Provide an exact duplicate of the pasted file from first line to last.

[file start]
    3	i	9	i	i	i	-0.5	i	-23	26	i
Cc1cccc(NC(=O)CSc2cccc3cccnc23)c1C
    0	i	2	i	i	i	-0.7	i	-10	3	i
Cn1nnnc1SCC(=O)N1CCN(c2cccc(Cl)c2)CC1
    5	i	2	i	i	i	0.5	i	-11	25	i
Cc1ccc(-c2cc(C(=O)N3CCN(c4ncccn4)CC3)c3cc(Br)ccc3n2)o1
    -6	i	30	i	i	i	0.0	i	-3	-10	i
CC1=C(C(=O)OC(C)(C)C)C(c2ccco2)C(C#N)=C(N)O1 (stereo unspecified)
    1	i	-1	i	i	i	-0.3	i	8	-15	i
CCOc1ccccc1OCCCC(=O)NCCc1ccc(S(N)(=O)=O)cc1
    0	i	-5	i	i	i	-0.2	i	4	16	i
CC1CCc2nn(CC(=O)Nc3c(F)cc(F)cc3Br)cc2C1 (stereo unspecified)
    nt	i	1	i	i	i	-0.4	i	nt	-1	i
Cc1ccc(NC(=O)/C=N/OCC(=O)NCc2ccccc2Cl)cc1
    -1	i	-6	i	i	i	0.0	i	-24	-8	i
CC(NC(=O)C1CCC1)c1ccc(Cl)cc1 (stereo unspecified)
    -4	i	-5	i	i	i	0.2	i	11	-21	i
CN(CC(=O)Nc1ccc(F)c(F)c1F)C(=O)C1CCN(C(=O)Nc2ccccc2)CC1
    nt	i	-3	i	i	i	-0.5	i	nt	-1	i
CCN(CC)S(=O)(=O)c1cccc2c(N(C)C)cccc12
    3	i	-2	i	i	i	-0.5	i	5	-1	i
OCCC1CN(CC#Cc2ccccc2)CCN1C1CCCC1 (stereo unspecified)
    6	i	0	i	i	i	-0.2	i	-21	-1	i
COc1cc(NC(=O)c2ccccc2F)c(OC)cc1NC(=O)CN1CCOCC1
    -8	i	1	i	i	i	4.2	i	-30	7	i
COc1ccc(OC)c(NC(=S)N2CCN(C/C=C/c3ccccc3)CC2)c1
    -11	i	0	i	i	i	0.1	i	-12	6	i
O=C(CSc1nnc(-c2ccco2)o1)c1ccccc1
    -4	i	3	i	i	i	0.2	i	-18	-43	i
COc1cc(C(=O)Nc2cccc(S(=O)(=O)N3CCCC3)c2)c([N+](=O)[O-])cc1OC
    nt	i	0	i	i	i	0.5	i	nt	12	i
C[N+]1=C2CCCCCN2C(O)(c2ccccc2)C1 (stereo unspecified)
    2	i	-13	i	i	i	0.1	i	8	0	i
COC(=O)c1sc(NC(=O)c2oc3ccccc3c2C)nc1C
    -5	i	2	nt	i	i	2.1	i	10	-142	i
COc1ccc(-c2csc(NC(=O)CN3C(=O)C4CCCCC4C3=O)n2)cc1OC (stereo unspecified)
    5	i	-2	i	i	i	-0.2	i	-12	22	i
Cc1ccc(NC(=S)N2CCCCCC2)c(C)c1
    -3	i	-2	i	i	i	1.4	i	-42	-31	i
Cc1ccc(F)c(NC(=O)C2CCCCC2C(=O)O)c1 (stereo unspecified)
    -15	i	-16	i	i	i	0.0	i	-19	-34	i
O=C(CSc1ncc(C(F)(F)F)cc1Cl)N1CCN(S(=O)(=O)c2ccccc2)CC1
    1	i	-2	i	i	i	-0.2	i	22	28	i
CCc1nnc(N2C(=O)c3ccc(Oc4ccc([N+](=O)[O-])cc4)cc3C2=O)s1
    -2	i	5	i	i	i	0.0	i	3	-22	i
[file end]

    3	i	9	i	i	i	-0.5	i	-23	26	i
Cc1cccc(NC(=O)CSc2cccc3cccnc23)c1C
    0	i	2	i	i	i	-0.7	i	-10	3	i
Cn1nnnc1SCC(=O)N1CCN(c2cccc(Cl)c2)CC1
    5	i	2	i	i	i	0.5	i	-11	25	i
Cc1ccc(-c2cc(C(=O)N3CCN(c4ncccn4)CC3)c3cc(Br)ccc3n2)o1
    -6	i	30	i	i	i	0.0	i	-3	-10	i
CC1=C(C(=O)OC(C)(C)C)C(c2ccco2)C(C#N)=C(N)O1 (stereo unspecified)
    1	i	-1	i	i	i	-0.3	i	8	-15	i
CCOc1ccccc1OCCCC(=O)NCCc1ccc(S(N)(=O)=O)cc1
    0	i	-5	i	i	i	-0.2	i	4	16	i
CC1CCc2nn(CC(=O)Nc3c(F)cc(F)cc3Br)cc2C1 (stereo unspecified)
    nt	i	1	i	i	i	-0.4	i	nt	-1	i
Cc1ccc(NC(=O)/C=N/OCC(=O)NCc2ccccc2Cl)cc1
    -1	i	-6	i	i	i	0.0	i	-24	-8	i
CC(NC(=O)C1CCC1)c1ccc(Cl)cc1 (stereo unspecified)
    -4	i	-5	i	i	i	0.2	i	11	-21	i
CN(CC(=O)Nc1ccc(F)c(F)c1F)C(=O)C1CCN(C(=O)Nc2ccccc2)CC1
    nt	i	-3	i	i	i	-0.5	i	nt	-1	i
CCN(CC)S(=O)(=O)c1cccc2c(N(C)C)cccc12
    3	i	-2	i	i	i	-0.5	i	5	-1	i
OCCC1CN(CC#Cc2ccccc2)CCN1C1CCCC1 (stereo unspecified)
    6	i	0	i	i	i	-0.2	i	-21	-1	i
COc1cc(NC(=O)c2ccccc2F)c(OC)cc1NC(=O)CN1CCOCC1
    -8	i	1	i	i	i	4.2	i	-30	7	i
COc1ccc(OC)c(NC(=S)N2CCN(C/C=C/c3ccccc3)CC2)c1
    -11	i	0	i	i	i	0.1	i	-12	6	i
O=C(CSc1nnc(-c2ccco2)o1)c1ccccc1
    -4	i	3	i	i	i	0.2	i	-18	-43	i
COc1cc(C(=O)Nc2cccc(S(=O)(=O)N3CCCC3)c2)c([N+](=O)[O-])cc1OC
    nt	i	0	i	i	i	0.5	i	nt	12	i
C[N+]1=C2CCCCCN2C(O)(c2ccccc2)C1 (stereo unspecified)
    2	i	-13	i	i	i	0.1	i	8	0	i
COC(=O)c1sc(NC(=O)c2oc3ccccc3c2C)nc1C
    -5	i	2	nt	i	i	2.1	i	10	-142	i
COc1ccc(-c2csc(NC(=O)CN3C(=O)C4CCCCC4C3=O)n2)cc1OC (stereo unspecified)
    5	i	-2	i	i	i	-0.2	i	-12	22	i
Cc1ccc(NC(=S)N2CCCCCC2)c(C)c1
    -3	i	-2	i	i	i	1.4	i	-42	-31	i
Cc1ccc(F)c(NC(=O)C2CCCCC2C(=O)O)c1 (stereo unspecified)
    -15	i	-16	i	i	i	0.0	i	-19	-34	i
O=C(CSc1ncc(C(F)(F)F)cc1Cl)N1CCN(S(=O)(=O)c2ccccc2)CC1
    1	i	-2	i	i	i	-0.2	i	22	28	i
CCc1nnc(N2C(=O)c3ccc(Oc4ccc([N+](=O)[O-])cc4)cc3C2=O)s1
    -2	i	5	i	i	i	0.0	i	3	-22	i